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Marvel recently announced that Thor will now be a female and Captain America an African American.

I am going to start this by stating that I’m aware my thoughts on this subject are likely the least relevant.  I am a Caucasian male in my thirties who hasn’t done the research he should before voicing an opinion. I appreciate anyone reading this, but it would admittedly be more insightful to hear how a female fan of the current Thor title reacted to the change then my thoughts on the subject.

Further to that point, I can only imagine what it is like to grow up in a world where the superheroes I see in comics (or lets just say on screen for current audiences) aren’t necessarily relatable, and I mean that in the literal sense. I drew a lot of my early ideas of what a hero was from reading Spider-Man. I see no devil’s advocate argument hiding around the corner in stating that there is obviously a need for more diversity in the genre, if for nothing more than that I believe any story becomes better to the reader the more they can can relate to the main character.

A lot of questions started coming to mind the moment I read this news:

  • Was this decision completely marketing based?
  • Was there a public demand for this? If so, are these changes actually what that demand hoped for?
  • Why change what already is? Why not something new and awesome?
  • Do these changes do more harm then good?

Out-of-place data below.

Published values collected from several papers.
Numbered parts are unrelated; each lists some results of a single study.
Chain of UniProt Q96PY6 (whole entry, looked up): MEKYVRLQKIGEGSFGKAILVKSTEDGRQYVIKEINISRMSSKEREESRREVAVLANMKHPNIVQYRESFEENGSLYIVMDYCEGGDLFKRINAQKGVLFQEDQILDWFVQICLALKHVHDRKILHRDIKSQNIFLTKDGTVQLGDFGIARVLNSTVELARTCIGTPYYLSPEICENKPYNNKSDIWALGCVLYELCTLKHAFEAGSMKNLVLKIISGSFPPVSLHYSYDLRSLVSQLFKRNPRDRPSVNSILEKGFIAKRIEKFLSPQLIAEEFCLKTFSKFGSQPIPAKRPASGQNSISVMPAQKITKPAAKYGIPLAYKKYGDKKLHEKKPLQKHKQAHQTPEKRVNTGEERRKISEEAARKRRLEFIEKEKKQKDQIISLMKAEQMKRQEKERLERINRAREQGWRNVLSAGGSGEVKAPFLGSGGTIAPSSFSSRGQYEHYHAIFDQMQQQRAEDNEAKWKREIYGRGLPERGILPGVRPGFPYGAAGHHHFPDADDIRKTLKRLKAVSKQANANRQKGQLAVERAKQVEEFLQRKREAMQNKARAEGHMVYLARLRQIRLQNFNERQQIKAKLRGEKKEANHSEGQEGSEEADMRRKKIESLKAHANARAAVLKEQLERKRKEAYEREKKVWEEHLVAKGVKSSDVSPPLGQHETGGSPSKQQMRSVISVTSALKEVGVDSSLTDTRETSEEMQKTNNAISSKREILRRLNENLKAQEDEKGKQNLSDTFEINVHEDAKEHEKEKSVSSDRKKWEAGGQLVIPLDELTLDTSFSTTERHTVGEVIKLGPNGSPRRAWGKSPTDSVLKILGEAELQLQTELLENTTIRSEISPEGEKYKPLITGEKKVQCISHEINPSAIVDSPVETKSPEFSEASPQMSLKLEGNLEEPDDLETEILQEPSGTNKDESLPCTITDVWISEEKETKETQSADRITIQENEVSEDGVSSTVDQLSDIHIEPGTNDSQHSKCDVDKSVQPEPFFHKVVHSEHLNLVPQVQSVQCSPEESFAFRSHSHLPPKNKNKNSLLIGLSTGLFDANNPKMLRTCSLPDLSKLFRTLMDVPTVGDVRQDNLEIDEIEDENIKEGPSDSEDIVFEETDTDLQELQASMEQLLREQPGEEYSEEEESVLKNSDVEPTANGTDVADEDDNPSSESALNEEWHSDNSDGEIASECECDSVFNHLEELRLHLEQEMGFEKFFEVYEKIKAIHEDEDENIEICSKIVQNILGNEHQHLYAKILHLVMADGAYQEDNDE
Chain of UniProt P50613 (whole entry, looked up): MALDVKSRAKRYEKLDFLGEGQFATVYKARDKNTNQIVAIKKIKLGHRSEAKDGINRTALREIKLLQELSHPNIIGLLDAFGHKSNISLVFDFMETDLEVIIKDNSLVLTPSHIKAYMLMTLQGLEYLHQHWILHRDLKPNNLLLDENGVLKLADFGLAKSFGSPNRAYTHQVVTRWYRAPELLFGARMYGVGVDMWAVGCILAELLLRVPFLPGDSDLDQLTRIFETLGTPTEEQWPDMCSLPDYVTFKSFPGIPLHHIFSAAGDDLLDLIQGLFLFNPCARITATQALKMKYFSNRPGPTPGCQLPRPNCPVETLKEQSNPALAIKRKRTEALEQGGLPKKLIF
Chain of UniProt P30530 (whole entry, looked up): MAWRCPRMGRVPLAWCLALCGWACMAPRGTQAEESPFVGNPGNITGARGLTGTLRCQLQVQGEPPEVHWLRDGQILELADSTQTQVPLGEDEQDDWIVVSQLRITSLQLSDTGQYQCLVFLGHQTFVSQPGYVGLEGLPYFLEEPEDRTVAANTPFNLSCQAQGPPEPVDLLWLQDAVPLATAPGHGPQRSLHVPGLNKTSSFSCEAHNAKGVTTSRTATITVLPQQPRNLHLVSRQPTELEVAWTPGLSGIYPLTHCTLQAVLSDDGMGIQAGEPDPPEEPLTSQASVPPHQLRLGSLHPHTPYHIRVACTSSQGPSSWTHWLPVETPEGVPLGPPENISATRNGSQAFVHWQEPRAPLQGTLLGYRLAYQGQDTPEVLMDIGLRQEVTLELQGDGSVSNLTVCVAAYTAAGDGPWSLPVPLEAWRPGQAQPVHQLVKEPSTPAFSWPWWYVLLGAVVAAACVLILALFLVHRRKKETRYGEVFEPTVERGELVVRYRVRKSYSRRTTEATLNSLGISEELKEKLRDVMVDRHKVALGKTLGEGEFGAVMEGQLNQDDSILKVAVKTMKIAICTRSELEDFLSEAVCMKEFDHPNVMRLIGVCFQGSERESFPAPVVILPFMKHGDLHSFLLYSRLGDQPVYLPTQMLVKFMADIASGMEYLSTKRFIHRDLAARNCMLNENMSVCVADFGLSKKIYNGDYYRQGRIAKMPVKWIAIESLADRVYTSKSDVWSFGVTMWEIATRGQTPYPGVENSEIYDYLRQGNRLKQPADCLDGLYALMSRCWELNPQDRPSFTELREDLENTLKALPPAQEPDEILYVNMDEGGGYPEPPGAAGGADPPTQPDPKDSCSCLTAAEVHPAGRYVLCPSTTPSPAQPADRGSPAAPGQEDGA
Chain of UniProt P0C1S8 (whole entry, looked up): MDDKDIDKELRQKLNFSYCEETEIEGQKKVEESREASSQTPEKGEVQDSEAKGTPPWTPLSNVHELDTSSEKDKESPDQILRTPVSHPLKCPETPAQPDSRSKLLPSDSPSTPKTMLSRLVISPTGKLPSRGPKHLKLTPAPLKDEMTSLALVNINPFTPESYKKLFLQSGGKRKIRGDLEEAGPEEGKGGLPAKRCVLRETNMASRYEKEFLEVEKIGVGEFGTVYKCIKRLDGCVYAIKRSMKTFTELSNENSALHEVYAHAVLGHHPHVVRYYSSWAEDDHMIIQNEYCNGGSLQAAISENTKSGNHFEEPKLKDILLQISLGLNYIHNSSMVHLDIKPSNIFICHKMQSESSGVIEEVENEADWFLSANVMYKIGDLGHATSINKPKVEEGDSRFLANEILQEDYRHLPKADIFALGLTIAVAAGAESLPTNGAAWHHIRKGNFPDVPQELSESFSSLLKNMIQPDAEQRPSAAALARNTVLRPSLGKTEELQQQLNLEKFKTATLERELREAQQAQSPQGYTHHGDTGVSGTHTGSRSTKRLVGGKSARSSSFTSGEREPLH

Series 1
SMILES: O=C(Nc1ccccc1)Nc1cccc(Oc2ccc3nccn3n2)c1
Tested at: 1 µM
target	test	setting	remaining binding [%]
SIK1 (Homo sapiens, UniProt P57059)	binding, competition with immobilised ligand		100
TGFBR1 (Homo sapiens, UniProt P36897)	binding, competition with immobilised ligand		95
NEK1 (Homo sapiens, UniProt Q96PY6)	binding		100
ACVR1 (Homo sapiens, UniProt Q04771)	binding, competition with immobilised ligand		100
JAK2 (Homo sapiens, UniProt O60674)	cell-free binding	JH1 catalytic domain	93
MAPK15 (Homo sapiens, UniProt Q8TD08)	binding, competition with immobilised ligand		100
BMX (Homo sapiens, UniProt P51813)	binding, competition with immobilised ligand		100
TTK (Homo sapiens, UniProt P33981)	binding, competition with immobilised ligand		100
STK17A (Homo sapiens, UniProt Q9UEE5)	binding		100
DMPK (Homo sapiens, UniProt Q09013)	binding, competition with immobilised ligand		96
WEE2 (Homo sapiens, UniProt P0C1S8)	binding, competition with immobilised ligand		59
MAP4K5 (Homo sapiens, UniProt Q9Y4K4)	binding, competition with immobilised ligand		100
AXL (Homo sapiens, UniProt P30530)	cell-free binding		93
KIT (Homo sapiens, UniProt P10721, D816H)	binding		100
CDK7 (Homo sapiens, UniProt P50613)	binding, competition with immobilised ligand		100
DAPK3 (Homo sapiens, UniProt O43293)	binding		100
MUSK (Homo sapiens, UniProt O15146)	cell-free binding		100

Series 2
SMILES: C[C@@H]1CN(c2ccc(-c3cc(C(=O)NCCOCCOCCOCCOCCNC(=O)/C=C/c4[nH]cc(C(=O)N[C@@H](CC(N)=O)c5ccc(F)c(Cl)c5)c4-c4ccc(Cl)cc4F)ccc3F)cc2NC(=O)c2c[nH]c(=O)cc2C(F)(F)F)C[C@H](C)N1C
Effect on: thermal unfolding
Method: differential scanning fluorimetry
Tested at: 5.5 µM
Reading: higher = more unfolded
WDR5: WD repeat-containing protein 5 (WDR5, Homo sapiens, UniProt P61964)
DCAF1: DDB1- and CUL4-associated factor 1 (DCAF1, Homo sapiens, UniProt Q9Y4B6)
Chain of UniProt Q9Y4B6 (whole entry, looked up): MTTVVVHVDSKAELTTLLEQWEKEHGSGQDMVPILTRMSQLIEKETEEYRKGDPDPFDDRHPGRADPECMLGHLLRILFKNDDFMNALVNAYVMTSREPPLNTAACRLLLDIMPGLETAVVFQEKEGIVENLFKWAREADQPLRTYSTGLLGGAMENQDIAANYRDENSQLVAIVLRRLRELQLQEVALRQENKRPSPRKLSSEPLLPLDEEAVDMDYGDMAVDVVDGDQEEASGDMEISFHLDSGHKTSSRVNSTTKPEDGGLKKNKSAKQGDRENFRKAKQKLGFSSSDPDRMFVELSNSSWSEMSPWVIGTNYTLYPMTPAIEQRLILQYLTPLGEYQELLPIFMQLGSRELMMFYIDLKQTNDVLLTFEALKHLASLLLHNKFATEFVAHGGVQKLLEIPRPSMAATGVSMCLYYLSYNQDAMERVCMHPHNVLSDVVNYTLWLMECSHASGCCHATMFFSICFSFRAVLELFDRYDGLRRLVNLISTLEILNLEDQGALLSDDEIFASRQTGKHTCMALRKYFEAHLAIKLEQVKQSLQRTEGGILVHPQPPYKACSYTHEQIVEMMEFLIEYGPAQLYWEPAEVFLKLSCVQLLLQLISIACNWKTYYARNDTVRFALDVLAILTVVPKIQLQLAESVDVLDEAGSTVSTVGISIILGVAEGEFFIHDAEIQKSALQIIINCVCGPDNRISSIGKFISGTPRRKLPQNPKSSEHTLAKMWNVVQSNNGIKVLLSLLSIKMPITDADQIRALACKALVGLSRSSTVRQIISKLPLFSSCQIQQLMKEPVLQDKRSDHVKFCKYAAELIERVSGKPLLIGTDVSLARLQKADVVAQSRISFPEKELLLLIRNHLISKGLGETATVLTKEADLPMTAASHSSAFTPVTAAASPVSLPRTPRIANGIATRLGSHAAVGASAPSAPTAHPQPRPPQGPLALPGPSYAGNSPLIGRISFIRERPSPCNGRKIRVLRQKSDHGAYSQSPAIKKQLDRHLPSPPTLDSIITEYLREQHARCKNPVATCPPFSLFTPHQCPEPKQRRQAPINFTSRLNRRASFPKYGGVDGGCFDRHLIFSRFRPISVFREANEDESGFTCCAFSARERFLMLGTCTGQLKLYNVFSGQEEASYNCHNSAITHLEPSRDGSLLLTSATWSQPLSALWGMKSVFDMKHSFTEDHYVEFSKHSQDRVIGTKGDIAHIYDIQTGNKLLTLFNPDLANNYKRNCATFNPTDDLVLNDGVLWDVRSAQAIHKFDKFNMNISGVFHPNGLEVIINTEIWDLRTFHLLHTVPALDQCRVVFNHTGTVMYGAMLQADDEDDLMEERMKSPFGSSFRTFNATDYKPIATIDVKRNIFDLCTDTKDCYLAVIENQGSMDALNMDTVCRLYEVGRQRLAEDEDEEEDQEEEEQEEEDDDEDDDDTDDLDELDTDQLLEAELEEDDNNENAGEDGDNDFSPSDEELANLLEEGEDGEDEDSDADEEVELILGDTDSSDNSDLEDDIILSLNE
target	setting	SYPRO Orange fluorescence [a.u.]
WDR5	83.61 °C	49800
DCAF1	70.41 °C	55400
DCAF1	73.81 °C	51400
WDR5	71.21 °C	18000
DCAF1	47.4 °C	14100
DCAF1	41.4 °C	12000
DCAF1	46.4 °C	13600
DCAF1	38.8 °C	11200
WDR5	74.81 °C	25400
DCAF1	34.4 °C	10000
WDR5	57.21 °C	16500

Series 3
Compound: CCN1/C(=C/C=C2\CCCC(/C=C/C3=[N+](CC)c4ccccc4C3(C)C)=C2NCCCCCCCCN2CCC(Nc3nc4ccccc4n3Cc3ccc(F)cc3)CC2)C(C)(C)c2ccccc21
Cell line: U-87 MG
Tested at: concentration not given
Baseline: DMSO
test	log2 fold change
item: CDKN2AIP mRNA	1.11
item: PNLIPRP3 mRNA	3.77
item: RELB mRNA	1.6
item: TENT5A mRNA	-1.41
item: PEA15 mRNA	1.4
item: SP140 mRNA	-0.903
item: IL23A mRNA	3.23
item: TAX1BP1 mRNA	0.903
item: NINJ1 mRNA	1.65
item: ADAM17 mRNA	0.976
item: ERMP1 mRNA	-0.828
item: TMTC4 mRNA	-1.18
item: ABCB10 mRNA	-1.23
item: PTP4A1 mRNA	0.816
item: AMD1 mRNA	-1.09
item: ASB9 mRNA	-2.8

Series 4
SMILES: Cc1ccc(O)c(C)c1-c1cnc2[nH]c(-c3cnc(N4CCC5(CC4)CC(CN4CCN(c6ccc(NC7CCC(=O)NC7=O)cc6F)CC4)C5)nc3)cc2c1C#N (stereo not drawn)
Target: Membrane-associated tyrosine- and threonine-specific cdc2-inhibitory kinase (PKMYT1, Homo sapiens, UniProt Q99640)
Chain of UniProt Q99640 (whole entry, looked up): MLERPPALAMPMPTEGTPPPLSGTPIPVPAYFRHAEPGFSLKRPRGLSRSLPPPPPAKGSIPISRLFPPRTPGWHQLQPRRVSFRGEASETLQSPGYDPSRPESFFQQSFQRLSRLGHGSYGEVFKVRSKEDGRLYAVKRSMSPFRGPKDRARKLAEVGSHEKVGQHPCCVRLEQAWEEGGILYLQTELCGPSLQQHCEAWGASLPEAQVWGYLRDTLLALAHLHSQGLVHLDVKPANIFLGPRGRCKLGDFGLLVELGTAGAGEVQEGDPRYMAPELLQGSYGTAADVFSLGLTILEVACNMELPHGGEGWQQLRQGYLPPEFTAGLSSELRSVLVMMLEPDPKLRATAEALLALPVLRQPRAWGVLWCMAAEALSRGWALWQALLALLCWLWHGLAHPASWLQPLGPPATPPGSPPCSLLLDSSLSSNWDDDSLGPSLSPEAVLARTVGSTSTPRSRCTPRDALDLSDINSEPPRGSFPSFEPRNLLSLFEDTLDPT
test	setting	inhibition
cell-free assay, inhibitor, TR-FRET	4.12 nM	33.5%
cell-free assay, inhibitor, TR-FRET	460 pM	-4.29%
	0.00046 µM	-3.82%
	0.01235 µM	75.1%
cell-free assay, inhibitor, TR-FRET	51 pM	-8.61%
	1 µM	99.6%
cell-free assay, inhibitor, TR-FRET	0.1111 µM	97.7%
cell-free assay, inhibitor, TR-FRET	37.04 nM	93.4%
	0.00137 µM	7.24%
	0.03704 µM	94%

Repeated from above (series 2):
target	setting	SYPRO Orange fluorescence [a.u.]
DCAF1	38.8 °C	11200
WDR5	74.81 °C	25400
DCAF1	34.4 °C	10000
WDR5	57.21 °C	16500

Well, its no secret that the number of comic titles out there are dominated by white male protagonists.  I haven’t been a serious comic book collector since I hit high school, so my knowledge of what has come and gone since the early nineties is fragmented at best.  Yet it seems to me, from observation alone, that the one thing that has resulted in the most return at the box office has been commitment to the source material.

If the observation is accurate, I wonder about how this pans out as a marketing scheme.  Do the numbers indicate that these changes will result in more readers?  Seems like it might cause a spike initially, as people will want to see what these changes actually look like once they hit the page, but once that phase is over, will the change be economically viable in the long term?  I don’t know, but common sense tells me that it will all depend on two things:

  • Story Telling
  • Fan Commitment